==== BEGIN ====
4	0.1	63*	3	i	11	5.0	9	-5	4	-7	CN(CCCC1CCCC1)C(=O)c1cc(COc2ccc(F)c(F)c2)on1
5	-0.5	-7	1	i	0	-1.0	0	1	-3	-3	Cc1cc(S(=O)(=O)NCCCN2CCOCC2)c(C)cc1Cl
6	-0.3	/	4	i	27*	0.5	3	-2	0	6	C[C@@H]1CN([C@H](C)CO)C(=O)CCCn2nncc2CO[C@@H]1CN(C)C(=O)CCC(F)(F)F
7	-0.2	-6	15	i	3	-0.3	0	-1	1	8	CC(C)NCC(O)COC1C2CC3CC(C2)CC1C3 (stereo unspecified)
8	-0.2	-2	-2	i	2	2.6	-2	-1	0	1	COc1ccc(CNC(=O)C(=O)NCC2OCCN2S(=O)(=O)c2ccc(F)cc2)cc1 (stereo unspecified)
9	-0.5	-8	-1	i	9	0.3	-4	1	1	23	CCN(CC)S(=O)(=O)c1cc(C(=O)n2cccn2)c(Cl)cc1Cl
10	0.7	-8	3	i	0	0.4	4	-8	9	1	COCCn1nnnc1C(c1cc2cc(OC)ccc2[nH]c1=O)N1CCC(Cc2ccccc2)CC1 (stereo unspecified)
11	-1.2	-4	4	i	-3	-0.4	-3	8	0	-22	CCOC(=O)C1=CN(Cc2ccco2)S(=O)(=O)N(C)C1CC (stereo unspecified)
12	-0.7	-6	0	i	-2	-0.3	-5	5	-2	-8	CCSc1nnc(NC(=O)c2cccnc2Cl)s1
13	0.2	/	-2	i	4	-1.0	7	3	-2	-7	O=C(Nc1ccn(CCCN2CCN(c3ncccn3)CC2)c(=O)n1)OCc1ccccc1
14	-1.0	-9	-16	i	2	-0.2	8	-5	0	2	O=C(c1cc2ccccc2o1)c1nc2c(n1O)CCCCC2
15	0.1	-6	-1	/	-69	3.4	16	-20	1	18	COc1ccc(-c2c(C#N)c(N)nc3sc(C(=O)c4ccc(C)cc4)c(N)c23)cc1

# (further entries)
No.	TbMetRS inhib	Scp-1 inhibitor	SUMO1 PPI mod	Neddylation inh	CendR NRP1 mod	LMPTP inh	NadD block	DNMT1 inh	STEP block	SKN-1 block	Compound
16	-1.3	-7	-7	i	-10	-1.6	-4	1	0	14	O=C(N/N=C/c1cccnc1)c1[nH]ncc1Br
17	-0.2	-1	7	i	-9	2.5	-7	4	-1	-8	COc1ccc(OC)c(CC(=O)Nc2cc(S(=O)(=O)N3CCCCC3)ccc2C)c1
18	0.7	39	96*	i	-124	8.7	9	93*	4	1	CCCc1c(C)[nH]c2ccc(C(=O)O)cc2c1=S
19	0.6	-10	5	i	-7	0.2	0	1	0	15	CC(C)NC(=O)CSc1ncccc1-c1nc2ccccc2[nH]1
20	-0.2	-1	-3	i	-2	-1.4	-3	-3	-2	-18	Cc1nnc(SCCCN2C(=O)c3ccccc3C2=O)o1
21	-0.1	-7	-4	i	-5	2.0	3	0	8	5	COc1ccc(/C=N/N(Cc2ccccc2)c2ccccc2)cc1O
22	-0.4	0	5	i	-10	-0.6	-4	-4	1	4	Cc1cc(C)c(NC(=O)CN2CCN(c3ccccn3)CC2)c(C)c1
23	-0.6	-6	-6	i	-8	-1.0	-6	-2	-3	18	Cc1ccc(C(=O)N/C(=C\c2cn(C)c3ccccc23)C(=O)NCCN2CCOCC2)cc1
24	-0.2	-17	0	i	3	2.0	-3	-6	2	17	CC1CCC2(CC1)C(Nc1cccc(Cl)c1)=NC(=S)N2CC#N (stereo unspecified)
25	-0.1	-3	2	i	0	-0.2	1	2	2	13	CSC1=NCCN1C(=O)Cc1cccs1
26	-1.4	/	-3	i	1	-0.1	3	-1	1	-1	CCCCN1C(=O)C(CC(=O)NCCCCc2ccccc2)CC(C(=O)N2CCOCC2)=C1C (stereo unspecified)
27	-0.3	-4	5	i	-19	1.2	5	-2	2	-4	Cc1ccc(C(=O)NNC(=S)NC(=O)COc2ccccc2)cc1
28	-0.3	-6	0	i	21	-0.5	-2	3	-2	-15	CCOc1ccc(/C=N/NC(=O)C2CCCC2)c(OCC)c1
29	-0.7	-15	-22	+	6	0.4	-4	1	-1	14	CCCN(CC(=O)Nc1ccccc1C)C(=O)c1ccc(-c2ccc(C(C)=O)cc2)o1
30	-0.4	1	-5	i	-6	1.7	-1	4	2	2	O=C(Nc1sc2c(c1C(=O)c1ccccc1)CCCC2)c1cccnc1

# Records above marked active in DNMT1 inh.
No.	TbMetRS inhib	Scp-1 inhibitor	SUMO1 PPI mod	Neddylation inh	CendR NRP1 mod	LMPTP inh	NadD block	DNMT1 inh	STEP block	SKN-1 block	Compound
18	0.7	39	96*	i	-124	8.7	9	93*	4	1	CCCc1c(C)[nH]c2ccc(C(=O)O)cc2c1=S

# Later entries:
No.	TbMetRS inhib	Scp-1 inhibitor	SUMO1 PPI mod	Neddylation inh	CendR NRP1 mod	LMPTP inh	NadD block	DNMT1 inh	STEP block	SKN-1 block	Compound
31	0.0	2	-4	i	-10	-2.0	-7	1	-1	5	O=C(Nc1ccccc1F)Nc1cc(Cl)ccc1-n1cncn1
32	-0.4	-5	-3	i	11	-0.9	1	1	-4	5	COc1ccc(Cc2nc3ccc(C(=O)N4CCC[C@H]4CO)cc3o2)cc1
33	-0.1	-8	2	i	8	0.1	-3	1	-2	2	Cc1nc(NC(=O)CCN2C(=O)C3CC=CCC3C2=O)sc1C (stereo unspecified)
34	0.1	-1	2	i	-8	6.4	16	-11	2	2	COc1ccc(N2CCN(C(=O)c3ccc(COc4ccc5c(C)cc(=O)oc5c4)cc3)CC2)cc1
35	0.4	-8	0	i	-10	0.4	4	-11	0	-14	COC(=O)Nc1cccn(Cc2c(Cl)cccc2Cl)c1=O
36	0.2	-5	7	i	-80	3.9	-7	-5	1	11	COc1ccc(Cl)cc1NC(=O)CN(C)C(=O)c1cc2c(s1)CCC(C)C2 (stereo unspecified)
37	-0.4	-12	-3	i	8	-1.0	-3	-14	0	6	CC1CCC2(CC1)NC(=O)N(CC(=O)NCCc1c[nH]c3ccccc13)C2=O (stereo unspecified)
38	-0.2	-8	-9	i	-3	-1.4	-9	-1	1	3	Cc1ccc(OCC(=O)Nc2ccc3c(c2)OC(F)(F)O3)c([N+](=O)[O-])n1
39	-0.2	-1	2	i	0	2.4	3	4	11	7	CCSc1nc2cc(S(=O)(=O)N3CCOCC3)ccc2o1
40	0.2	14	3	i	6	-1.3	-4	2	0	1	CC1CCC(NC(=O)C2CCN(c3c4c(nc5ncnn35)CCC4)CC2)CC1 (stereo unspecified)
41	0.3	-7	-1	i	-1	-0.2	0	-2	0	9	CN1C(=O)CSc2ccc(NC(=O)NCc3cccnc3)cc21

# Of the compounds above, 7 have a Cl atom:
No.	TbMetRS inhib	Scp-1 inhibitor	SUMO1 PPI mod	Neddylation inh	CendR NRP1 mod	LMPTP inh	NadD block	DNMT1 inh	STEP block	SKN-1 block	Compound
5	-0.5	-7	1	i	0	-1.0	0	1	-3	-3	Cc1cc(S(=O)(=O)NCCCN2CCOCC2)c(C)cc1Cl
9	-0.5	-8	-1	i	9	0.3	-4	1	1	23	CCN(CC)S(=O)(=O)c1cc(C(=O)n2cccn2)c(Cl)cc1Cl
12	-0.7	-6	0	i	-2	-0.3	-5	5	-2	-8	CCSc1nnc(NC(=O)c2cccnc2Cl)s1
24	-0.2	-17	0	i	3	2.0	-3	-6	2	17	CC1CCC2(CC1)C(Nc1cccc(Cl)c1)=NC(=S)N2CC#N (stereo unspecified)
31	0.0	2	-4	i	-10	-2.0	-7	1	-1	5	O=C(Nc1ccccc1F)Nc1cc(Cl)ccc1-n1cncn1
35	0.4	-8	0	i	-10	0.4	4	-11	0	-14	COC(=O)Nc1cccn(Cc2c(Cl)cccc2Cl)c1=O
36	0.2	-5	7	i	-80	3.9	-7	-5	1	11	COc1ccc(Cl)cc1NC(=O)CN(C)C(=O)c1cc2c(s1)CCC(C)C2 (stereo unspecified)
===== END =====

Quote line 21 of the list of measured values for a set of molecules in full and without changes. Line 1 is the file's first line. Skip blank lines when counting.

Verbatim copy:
22	-0.4	0	5	i	-10	-0.6	-4	-4	1	4	Cc1cc(C)c(NC(=O)CN2CCN(c3ccccn3)CC2)c(C)c1